Mom and Daughter Grocery Shopping

26 Aug

When the Grocery Bill is the Most Dreaded

The gas or electric bill can send a little shiver of dread down your spine as you rip open the envelope. Or, maybe for you, it’s always the credit card statement that you view with only one eye open, hoping it will minimize the damage. 

But, today, each beep heard at the register seems like another blow to future plans:

Beep. Scratch new school clothes off the list.  

Beep. No car fund savings this month. 

Beep. Goodbye date night.

Beep. Here’s to more work and less play time with the kids. 

When prices are high (or when your teen son has a growth spurt) the grocery can quickly become a dreaded but still necessary trip. 

Maybe you can’t get rid of all the dread, but there is a way to pivot that energy into action: 


Take your time:

You may regularly rush in and out of the grocery for random items throughout the week. But that may not be the most efficient way for you to shop. Let the 3 P’s guide your future grocery trips: 

Prepare – Create a meal plan for the week; this includes breakfasts, lunches, snack times and dinner. As you’re building it, comb through coupons and weekly ads to help you build your meals and also your grocery list. Is bacon on sale this week? Breakfast for dinner on Tuesday! Be sure to add in one “splurge” item the family can look forward to that’s on sale. Maybe that’s a pizza for Friday night or maybe it’s waffles for breakfast that week. Since it’s on sale, it will make you feel like your budget isn’t as tight as it really is. 

Prioritize – Remember your plan and preparation and don’t get sidetracked as you walk through the aisles. Just because something is on sale doesn’t mean you need it. If it is an essential household purchase, which you’ll need soon (less than a week or two), then maybe it’s worth shifting some priorities in your grocery budget for that trip. But don’t lose focus on what you actually need and can afford. Sales happen every week, so there will be another.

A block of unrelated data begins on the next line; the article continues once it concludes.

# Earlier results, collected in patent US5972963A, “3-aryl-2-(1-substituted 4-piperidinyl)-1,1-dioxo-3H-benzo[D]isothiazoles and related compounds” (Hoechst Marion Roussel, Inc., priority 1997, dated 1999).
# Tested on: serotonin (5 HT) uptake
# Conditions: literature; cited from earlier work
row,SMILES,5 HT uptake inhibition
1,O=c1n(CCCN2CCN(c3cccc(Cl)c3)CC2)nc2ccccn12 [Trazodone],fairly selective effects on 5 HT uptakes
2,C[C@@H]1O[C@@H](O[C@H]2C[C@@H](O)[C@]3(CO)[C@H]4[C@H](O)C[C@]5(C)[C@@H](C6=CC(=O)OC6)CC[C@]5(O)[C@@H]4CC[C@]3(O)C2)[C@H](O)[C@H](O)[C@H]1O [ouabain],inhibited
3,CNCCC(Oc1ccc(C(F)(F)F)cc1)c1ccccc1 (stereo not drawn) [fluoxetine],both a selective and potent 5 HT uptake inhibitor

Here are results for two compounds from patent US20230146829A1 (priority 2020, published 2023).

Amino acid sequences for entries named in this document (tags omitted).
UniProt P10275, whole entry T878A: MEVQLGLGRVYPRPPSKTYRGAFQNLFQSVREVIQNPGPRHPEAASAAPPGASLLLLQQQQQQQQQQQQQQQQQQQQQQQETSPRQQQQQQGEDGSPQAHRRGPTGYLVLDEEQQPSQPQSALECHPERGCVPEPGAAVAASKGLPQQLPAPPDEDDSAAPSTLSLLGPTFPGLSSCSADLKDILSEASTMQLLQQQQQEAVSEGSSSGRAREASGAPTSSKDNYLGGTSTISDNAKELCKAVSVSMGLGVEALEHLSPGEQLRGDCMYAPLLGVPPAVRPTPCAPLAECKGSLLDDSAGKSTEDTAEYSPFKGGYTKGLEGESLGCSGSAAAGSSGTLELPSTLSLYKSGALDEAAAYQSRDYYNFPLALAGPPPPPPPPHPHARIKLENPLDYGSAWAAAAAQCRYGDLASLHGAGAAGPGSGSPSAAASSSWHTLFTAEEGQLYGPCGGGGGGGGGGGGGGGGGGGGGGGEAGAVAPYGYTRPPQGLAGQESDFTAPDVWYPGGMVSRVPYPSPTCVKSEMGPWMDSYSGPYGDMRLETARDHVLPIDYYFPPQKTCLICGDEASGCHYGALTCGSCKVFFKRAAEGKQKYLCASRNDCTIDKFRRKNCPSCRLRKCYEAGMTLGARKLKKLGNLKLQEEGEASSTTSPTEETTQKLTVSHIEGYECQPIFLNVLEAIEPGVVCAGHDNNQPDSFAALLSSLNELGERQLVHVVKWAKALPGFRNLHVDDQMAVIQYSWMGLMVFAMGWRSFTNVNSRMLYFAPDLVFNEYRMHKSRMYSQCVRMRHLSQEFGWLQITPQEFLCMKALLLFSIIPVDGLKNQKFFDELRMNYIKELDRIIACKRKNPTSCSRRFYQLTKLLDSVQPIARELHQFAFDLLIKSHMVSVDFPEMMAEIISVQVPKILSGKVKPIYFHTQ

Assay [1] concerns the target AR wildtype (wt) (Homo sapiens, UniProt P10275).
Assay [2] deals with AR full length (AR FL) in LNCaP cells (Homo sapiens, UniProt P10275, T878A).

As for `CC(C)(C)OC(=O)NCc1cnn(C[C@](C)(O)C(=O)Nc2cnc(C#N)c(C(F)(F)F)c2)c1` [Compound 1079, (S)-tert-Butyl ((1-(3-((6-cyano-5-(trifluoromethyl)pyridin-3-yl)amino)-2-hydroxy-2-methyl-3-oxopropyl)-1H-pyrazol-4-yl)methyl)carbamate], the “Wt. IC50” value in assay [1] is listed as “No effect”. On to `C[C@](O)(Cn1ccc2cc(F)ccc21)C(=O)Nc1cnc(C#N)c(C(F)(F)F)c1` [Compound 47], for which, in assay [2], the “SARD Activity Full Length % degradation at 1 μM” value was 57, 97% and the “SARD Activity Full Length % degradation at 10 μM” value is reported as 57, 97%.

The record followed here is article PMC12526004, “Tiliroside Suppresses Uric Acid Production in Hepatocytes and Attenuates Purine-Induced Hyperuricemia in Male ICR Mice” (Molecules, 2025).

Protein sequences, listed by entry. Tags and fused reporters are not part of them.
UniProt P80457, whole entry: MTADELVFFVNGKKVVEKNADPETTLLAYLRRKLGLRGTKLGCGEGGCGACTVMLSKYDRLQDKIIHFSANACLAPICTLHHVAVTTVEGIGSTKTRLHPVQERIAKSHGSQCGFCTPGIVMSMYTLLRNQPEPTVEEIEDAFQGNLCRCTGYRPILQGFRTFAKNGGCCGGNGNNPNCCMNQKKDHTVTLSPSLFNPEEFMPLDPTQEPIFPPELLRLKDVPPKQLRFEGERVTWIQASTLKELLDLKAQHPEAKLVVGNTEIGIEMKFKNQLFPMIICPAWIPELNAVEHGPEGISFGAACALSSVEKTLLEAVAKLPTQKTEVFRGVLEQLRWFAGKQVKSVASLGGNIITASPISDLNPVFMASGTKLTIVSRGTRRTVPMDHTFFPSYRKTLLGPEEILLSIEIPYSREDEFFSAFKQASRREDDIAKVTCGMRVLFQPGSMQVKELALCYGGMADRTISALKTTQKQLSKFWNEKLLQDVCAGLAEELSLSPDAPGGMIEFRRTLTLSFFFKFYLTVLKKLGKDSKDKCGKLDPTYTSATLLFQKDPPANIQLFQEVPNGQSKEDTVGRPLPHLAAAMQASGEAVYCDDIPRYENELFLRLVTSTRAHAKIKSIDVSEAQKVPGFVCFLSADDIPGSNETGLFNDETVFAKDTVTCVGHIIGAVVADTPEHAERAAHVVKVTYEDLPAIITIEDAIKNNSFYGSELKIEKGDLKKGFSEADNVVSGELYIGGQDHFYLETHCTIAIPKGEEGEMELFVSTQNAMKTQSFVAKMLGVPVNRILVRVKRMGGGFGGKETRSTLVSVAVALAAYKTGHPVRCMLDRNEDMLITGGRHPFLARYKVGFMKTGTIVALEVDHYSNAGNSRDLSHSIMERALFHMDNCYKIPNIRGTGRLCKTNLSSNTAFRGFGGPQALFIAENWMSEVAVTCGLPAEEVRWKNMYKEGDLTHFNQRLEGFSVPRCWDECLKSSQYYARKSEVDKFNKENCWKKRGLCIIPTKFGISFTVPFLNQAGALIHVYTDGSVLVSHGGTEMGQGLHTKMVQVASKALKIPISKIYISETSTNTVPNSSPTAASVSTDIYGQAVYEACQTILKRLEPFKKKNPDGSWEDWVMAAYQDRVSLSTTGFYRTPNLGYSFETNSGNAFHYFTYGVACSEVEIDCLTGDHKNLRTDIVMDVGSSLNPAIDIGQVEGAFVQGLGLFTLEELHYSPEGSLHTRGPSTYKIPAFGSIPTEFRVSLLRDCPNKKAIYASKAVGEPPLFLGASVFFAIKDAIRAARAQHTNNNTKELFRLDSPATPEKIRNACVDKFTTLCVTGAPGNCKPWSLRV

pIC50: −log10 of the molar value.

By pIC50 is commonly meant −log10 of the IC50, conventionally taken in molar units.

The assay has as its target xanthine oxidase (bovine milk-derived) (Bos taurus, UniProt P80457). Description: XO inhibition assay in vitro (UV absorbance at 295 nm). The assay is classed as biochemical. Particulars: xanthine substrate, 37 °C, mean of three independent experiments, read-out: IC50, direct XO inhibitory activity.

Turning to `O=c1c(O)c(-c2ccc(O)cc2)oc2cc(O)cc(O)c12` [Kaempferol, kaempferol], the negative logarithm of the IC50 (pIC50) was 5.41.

Purchase – Buy and hit the road without guilt that you spent too much or left without getting what you actually needed.


Consider your waste:

What did you throw away in the last few weeks? Are you sticking to your meal plan or do you need to curb those habits of grabbing take out regularly when you know you have food to cook?

We’ve compiled a few tips on how to minimize waste in your family. Check it out here. The main takeaway? Be intentional with your spending and your time. You’ll be surprised at how quickly the waste disappears. 


Look for ways to save in other budget areas:

When your grocery budget seems tight, it’s time to look for other areas of relief. 

    • Can you turn your thermostat down even one degree in winter/turn it up one in summer?
    • Are there any rewards programs you are missing out on with your credit cards, insurance or workplace? 
    • Are you putting enough in your HSA account to pay for prescriptions, over-the-counter medicine, feminine hygiene products and other eligible items? (Remember, your HSA is tax free money, so you’re able to keep a little more in your pocket while you’re paying for necessities.) 
    • When was the last time you called about your internet bill or car insurance to negotiate a lower cost?


Audit your spending and your debt.  

It’s worth revisiting the budget and your overall debt. Sometimes we avoid looking at our debt because it feels impossible to pay off. But, there’s also power in facing it head-on.

    • Are there any auto-pay subscriptions you’ve forgotten about?
    • Is there anything you don’t use enough to justify the cost?
    • What small debts do you have that you can pay off quickly just to get rid of that monthly payment? 

Feeling like you need to take back control of your money? We explore in this article how to face debt, start saving and feel confident in your financial choices.  


Yard Sale: Have one. Go to one.

Yard sales, consignment shops, Facebook marketplace, they can all be good places to shop and sell. Remember, others are in the same boat you are. Their kids are quickly outgrowing everything in their closet and they need larger sizes at a good price. Your closet clean out might be just what they need, as well as your wallet. If you just purchased a new home or are moving into an apartment, look for estate sales or moving sales to help you get home necessities at prices you can afford. Plus, you may have discovered you have more things to get rid of in your own moving process, so turn right around and help offset some of your moving costs by having a yard sale of your own. 


With a few changes here and there, perhaps the next trip to the grocery won’t seem as upsetting. You’ll have your arsenal of tools in your belt to tackle these rising prices and still bring home what your family needs. 


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